A Day In the LIfe: Liz Moeggenberg
Since leaving Chicago in mid-August, I frantically ran around trying to get everything perfectly arranged for my wedding that took place on the 21st of October. I can say that without the supporting cast of my mom Linda, sister Amie, now husband Luke, and a few other people, we would have never pulled it off. About 450 people showed up to celebrate our wedding in the small town of Maple City, Michigan. It might have been the biggest party ever to be hosted in the town, and let me tell you it was a blast! Everything went perfect despite all of the rushing around on the day of the wedding.
My life has been consumed ever since I returned to Northern Michigan, but I have still found some time for a little rest and relaxation, family time, and of course a workout here and there. The only sad part is that my brother-in-law is over in Iraq, obviously I havenít been able to spend time with him at all. I have been able to help my sister take care of their girls, and I can sense a little touch of him in Liliana, my oldest niece, so I am not missinwg out completely.
On top of getting married this fall, Luke and I are building a new house. As you may know, building a house is exciting, but is a lot of work. There are so many things that you have to do, such as; take out a loan, apply and pay for all the permits that are necessary (this process is insane), contact numerous people with the electrical company, excavate businessí as well as the bank, and the list goes on and on. I am just thankful that my husband is familiar with constructing a home and has knowledge of the whole process. This took a lot of the weight off of my shoulders, this way I could just focus on the wedding.
I am sure you are wondering, so what was a day like in the life of Liz Shimek before she became Liz Moeggenberg? Prior to the wedding, every day was always busy, but everything seemed to pan out perfectly. Every day had numerous tasks to be completed. I remember one day waking up and doing a Pilates workout, going to feed the cows in the barn, and then making a list of the things I was going to accomplish that day such as, go to the florist to finalize all the flowers for the wedding. After that I would head home and put a spray enamel coat on leaf decorations that my sister and I had made as centerpieces and gifts for the tables. I then finished the bows that I started making for the pews at the church, and put together an arrangement of flowers for the front of the church.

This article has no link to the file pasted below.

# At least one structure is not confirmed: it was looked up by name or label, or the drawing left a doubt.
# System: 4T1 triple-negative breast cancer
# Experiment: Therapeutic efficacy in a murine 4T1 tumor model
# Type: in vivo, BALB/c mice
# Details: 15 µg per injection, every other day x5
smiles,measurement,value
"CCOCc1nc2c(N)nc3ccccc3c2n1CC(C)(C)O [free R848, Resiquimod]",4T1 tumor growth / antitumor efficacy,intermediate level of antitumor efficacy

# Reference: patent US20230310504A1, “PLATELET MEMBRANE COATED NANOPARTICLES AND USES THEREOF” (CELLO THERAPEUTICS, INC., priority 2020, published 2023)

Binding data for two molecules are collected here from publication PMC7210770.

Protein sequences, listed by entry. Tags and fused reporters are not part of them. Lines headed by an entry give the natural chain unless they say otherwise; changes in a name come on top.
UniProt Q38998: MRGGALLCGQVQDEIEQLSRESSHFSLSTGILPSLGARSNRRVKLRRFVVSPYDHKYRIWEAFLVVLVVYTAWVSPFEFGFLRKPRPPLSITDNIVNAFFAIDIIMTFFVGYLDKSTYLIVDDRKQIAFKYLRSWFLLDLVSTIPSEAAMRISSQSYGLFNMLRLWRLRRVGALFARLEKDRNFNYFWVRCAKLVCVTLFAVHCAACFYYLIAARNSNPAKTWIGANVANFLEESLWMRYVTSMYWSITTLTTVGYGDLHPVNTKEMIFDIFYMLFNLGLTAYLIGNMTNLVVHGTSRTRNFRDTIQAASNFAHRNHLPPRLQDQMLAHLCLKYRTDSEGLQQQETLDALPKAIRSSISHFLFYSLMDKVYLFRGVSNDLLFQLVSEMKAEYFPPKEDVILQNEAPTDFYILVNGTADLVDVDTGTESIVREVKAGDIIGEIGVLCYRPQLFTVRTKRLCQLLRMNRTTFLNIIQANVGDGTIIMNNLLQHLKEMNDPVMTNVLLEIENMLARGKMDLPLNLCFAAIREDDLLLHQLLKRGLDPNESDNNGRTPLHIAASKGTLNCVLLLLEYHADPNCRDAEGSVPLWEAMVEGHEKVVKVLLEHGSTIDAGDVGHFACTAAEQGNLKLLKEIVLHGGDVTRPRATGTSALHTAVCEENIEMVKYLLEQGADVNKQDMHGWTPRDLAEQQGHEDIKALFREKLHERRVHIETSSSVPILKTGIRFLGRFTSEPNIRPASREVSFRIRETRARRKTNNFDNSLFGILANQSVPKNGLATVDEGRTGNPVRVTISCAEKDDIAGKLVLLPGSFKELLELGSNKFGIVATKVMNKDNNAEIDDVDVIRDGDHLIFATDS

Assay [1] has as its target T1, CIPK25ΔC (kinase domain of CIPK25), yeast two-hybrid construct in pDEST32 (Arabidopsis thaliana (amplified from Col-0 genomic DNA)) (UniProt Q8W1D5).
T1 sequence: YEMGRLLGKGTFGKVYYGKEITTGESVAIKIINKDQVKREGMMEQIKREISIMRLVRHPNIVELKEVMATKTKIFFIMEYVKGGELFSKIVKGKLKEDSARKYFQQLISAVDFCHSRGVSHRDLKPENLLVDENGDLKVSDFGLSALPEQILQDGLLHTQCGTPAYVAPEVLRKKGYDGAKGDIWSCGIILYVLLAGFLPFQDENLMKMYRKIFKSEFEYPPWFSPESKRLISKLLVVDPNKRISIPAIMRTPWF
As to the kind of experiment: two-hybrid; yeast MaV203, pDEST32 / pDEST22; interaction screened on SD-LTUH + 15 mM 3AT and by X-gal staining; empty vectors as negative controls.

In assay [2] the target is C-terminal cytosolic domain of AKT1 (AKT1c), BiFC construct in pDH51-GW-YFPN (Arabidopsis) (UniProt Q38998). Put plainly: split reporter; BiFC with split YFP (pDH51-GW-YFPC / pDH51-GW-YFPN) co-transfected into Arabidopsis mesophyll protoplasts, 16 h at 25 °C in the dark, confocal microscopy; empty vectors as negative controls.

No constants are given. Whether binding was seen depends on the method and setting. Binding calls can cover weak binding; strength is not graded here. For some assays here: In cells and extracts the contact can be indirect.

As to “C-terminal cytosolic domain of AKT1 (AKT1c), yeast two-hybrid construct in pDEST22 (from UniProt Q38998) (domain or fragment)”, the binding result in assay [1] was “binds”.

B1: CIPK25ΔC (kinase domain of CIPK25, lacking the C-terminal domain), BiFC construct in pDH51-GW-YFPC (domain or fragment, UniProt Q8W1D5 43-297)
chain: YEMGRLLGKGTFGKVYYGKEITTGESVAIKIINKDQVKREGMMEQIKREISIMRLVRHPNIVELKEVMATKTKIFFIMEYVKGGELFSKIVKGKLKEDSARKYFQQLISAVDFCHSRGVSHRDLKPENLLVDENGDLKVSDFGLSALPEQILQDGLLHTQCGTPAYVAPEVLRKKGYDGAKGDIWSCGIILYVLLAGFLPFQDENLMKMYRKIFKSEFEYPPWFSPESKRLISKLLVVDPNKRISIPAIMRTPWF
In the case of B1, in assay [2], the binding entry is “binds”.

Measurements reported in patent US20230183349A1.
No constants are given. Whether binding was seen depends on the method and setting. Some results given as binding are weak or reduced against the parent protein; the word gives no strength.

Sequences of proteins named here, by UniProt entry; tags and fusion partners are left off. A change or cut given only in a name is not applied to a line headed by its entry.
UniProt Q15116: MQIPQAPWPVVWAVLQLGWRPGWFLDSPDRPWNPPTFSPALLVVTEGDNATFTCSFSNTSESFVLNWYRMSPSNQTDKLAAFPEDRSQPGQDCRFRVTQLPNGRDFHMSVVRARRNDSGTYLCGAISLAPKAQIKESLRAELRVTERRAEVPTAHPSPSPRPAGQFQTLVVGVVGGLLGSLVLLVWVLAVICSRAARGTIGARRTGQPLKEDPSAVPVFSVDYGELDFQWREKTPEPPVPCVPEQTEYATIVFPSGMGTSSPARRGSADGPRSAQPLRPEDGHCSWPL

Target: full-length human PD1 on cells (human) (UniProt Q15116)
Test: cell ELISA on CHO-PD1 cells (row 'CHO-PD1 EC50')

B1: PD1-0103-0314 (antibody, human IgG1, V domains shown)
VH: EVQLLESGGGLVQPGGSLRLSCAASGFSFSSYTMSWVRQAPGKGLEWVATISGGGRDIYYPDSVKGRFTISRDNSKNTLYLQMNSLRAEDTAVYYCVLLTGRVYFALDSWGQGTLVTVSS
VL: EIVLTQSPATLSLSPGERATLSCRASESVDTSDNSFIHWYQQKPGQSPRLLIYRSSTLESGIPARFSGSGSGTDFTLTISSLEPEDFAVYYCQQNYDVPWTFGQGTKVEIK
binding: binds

Next, I headed to Traverse City, MI (the nearest mall or grocery store) to go tanning. I didnít want to look like a pale ghost on the day of my wedding (my teammates from MSU always teased me because my skin tone is so light). In town, I ran other errands such as picking out jewelry and an outfit for the rehearsal dinner, selecting my make-up for the wedding day and finishing numerous other tasks that all brides must do. Lastly, call the caterer and let her know that we had around 450 people coming to the reception for dinner, and make a list of songs for the DJ so he could play the music that we wanted during the reception. Before sleep there was work to be done on decorations for the wedding ceremony. Of course, throughout the day I would do the necessities that all humans need to do, but when we were planning such an event the everyday necessities didnít seem as vital as usual. Sleep didnít seem as important although we could never get enough. Sit down meals were skipped and fast food became a regular when fast food is usually out of the question. But, we made it and Luke and I are married. I donít think that my parents or my sister have fully recovered from all of the effort they put into that one day. Let me tell youóI have the greatest family in the world.
Well, now itís back to the same old same old. Helping out on the farm, cutting wood and getting ready for winter, and of course that small task of building our house. Oh yeah and did I mention getting back on a regular schedule of regular workouts and shooting some hoops. Well thatís my life and thatís what I live for.